Backers of a proposed reservoir up to 130,000 acre-feet in size in Rio Blanco County are beginning to look for support, financial and otherwise, as they plan to start pursuing permits for the project.
The Rio Blanco Water Conservancy District wants to build the reservoir northeast of Rangely on Wolf Creek, a tributary of the White River on the Moffat County border, and pump water from the White River to fill it.
The district is looking at two options, one with a working pool of 20,000 acre-feet, the second with a working pool of 90,000 acre-feet, at estimated costs of $119 million and $191 million respectively.
The district envisions the reservoir meeting a variety of uses, including providing water to the town of Rangely, supporting oil and gas and oil shale development, providing water for endangered fish, and serving as a recreational attraction. In terms of total size, it is considering a reservoir holding 41,000 or 130,000 acre-feet of water. That would account for an additional nonworking pool that would continue to serve recreation needs at times of low water, provide an insurance water supply in circumstances such as during work on the pumping system, and make room for accumulation of silt.
The problem of sedimentation has beset Kenney Reservoir, which sits upstream of Rangely on the White River. That is threatening its viability as a continued source of water for Rangely and as a recreational amenity.
Dredging the reservoir would cost an estimated $700 million. Siltation is expected to be less of a problem in the case of a Wolf Creek reservoir because it's off the main White River channel and the water would be pumped into it.
Rio Blanco Water Conservancy District officials discussed their proposal in Glenwood Springs last week with the board of the Colorado River District, a taxpayer-funded entity consisting of 15 counties. The Rio Blanco district is hoping the river district will contribute $50,000 toward the cost of seeking permits for the project, which would be built largely on federal Bureau of Land Management land. It's also seeking technical and other support from the river district.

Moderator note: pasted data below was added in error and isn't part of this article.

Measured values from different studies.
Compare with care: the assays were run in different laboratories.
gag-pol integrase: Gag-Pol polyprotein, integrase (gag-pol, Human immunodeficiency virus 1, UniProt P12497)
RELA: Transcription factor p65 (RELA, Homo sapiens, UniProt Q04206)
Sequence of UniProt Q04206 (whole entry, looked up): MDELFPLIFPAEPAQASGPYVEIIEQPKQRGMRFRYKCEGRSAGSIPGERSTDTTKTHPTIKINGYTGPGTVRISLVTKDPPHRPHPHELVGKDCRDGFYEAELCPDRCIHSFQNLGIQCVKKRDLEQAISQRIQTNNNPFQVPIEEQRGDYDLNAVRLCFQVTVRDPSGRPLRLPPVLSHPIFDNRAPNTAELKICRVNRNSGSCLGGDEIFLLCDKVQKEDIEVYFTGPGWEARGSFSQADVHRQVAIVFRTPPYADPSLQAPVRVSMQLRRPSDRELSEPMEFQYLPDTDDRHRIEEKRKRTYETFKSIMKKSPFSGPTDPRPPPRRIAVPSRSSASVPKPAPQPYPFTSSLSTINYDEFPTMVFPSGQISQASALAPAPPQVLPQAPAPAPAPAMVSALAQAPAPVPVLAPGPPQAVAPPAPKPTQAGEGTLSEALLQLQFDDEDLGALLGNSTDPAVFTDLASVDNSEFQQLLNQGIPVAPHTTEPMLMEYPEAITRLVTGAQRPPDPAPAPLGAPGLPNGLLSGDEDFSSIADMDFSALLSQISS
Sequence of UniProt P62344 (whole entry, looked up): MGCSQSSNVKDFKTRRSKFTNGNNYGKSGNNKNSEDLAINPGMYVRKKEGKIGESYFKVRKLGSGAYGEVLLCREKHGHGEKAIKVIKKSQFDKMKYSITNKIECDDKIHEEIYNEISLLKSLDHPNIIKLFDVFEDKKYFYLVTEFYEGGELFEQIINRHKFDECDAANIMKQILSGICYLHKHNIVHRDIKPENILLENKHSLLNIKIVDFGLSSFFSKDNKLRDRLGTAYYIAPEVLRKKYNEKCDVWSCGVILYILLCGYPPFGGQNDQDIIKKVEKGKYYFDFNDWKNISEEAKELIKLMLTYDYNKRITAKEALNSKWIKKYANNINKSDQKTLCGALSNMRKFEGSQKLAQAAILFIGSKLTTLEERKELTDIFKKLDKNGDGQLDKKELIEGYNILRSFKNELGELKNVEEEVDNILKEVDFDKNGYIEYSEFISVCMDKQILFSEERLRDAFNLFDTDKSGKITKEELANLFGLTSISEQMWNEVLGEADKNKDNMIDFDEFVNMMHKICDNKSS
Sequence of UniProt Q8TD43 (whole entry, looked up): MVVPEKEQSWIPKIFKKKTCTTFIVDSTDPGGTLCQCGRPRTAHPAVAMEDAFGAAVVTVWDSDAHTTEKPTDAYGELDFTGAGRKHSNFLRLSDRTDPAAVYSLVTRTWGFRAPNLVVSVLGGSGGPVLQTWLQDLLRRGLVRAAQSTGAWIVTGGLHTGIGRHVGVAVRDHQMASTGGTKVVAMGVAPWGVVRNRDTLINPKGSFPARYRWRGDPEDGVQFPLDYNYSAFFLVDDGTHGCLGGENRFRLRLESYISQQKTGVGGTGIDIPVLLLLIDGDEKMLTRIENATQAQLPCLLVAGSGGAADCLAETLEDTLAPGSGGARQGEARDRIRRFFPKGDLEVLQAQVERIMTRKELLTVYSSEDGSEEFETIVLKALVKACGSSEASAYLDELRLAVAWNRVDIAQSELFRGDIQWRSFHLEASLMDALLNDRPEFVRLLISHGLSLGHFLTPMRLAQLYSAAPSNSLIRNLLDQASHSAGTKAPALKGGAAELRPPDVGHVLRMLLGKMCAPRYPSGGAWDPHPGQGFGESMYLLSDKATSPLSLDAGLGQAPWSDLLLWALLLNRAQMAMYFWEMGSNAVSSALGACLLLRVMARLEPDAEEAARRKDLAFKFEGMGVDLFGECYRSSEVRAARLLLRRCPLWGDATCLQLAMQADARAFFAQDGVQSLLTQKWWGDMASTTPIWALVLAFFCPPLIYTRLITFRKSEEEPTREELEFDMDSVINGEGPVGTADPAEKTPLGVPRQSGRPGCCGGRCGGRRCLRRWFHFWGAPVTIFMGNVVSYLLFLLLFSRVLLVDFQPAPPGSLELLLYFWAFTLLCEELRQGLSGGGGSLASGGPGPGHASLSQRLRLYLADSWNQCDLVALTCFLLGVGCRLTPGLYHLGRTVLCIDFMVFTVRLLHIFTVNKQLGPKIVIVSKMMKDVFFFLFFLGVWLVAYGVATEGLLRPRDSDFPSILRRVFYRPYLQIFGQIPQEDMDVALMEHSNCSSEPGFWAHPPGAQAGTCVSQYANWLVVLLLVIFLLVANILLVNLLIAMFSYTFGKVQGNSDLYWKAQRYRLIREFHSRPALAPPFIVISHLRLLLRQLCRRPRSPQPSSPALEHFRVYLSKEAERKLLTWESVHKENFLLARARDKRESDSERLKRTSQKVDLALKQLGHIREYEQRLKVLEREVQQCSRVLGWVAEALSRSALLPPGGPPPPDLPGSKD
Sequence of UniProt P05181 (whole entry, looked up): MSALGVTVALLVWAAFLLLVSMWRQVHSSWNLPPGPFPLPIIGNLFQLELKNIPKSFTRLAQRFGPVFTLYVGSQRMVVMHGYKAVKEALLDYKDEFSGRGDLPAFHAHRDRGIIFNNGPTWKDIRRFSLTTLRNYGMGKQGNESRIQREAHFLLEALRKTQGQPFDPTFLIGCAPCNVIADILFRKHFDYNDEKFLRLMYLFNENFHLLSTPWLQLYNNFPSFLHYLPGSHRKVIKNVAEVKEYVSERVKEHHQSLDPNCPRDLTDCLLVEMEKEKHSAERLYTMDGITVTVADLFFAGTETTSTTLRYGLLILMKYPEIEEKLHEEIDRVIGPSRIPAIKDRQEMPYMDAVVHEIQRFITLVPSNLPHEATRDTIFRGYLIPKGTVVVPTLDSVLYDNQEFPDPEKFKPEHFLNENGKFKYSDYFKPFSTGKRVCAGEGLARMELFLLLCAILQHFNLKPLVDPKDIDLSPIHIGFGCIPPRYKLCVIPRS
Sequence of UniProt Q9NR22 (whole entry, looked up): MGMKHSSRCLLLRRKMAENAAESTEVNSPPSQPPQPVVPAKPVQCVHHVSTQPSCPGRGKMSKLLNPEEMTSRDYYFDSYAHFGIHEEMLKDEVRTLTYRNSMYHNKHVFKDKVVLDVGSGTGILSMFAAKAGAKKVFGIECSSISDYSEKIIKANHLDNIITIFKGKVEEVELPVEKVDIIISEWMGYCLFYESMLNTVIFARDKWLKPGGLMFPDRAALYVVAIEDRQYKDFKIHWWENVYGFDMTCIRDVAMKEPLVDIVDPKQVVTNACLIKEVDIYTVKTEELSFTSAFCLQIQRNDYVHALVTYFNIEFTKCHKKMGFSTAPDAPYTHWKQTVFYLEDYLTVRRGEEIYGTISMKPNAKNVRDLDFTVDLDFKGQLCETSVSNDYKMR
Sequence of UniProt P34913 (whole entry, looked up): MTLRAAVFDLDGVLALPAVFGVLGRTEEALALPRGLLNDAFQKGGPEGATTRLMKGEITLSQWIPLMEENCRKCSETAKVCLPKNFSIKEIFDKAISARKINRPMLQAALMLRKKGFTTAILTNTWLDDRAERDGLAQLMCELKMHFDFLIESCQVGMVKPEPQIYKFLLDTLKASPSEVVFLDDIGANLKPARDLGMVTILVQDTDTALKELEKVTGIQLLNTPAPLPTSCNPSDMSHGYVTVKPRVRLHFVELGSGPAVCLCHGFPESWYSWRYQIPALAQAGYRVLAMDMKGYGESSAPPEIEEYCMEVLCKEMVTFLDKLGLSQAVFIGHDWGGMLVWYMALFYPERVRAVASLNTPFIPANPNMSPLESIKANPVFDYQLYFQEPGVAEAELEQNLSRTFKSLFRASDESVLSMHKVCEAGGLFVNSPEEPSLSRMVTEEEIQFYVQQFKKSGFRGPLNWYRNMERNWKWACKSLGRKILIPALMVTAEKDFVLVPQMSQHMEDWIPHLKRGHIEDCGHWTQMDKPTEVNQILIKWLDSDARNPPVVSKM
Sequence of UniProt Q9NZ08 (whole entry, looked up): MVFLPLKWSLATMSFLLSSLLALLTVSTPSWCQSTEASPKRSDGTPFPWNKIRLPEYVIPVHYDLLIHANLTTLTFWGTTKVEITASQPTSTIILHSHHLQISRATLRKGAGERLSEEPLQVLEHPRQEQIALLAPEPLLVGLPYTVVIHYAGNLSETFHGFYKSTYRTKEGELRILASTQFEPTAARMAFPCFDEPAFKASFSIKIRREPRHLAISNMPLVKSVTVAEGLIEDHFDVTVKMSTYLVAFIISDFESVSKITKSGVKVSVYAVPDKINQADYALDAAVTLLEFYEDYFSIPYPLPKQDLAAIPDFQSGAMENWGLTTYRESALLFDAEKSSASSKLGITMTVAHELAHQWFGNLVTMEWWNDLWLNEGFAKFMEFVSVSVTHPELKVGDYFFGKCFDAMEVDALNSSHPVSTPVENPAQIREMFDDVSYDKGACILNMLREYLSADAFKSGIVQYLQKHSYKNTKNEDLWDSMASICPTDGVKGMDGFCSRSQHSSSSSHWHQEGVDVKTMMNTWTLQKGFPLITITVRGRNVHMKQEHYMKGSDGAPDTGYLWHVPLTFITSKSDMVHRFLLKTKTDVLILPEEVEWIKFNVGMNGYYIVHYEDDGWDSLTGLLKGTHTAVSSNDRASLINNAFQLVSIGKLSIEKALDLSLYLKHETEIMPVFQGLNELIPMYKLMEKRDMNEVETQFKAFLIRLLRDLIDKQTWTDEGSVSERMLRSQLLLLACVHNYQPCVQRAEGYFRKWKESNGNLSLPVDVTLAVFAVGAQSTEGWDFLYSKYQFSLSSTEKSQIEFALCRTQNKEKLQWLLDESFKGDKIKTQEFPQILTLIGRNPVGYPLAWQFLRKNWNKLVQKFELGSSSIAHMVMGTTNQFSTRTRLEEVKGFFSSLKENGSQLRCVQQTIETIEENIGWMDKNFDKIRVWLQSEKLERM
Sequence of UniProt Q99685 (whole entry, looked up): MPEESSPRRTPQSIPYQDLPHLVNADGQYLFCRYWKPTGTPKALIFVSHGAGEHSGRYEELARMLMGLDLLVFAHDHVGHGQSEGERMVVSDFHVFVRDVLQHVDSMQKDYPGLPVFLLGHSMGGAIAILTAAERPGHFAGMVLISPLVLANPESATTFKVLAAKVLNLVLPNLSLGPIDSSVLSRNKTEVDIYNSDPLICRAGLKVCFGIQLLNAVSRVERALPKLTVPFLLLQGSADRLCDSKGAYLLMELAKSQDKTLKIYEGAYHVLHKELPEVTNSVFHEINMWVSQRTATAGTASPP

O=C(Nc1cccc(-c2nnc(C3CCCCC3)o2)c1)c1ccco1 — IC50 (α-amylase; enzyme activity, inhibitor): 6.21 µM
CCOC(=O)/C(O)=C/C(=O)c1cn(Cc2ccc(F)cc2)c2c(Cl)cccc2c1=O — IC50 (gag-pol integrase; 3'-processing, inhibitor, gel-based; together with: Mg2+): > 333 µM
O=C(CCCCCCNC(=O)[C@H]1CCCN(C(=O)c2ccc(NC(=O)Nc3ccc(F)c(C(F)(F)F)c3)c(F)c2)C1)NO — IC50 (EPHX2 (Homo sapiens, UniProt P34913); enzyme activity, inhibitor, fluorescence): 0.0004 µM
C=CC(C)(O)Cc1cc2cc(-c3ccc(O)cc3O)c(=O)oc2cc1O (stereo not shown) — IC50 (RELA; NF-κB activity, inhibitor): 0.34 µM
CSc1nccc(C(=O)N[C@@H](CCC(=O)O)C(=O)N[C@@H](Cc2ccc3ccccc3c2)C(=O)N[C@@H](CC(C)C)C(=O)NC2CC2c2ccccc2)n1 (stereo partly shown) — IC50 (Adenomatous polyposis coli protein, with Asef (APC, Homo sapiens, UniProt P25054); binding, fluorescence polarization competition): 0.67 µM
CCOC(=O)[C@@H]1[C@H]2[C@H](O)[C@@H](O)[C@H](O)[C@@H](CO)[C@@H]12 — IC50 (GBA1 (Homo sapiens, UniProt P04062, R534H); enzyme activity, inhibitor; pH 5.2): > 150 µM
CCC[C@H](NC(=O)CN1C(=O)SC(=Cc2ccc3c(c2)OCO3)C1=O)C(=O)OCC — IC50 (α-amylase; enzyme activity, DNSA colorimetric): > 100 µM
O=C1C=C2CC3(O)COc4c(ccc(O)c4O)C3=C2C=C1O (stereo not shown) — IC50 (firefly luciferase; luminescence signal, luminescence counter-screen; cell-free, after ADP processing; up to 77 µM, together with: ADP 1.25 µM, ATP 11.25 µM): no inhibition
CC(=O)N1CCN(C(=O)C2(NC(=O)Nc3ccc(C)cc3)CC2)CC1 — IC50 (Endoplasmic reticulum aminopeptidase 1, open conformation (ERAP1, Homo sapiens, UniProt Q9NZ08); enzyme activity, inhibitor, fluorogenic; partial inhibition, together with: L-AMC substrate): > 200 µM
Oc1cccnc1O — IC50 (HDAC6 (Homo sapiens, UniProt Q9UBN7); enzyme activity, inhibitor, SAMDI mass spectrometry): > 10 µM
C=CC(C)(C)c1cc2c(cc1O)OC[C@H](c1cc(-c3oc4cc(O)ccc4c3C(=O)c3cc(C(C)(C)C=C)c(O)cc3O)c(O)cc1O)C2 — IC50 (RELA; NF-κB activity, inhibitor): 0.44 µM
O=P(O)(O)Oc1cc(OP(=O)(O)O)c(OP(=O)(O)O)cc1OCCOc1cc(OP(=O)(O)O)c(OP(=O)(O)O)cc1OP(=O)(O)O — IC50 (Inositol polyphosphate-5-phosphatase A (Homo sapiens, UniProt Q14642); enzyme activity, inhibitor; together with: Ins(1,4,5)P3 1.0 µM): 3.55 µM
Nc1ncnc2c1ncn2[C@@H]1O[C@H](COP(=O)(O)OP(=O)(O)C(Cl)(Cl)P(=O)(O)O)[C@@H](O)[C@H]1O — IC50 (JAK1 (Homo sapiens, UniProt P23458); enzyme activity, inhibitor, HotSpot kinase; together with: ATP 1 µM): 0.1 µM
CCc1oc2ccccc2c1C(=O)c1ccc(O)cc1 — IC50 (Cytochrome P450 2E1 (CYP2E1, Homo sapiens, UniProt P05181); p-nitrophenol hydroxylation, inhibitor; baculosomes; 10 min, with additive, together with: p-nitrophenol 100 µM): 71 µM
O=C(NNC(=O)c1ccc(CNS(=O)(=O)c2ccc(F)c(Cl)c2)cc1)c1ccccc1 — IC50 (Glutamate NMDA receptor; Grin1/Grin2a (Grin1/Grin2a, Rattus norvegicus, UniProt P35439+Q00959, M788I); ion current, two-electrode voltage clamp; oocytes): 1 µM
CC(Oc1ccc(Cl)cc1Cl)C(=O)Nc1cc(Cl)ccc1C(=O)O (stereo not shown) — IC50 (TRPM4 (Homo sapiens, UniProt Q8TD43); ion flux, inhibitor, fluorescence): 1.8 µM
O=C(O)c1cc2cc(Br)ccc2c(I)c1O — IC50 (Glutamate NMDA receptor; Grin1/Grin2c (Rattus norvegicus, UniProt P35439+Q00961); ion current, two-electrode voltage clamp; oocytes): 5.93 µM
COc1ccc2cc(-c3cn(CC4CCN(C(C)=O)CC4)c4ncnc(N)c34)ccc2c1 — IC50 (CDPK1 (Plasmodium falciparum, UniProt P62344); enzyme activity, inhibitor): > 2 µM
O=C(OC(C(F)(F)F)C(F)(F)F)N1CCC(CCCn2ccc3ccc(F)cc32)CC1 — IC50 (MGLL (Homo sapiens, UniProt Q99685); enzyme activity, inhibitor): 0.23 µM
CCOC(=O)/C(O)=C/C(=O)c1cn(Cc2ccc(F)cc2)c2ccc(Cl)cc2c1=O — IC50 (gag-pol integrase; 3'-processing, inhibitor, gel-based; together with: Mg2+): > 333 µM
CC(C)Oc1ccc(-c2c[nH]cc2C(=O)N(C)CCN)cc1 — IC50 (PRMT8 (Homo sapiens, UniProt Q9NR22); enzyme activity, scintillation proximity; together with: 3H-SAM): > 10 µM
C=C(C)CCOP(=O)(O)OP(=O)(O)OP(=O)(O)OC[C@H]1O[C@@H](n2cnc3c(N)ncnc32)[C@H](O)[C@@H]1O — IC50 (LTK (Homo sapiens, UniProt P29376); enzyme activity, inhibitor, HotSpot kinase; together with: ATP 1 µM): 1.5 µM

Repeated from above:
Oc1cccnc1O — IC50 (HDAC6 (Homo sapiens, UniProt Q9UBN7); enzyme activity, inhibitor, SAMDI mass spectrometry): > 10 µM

The district board plans to consider the request and act on it at a future board meeting. But Tom Gray, the Moffat County representative on the river district board, voiced general support for the reservoir proposal.
"I think we should be on board as much as we can," he told fellow river district board members.
Representatives of the Rio Blanco district pointed to dry years such as this one, and concerns about longer-term drought, in arguing on behalf of building new storage in the White River basin.
"It really needs to happen, folks. This is critical," district board member Peggy Rector told the river district board.
The district plans to pursue funding from potential users and other sources such as the federal and state governments to pay for the project.
Meanwhile, it can expect to be challenged by some environmentalists, judging by comments that Gary Wockner of the group Save the Colorado emailed to journalists in September.
"The opposition to such a project would be fierce, uniting river protectors and fossil fuel fighters in the Western U.S. Further draining the Colorado River system to fuel and subsidize more fracked gas and fracked oil, as well as oil shale production, couldn't possibly be more wrong," he wrote.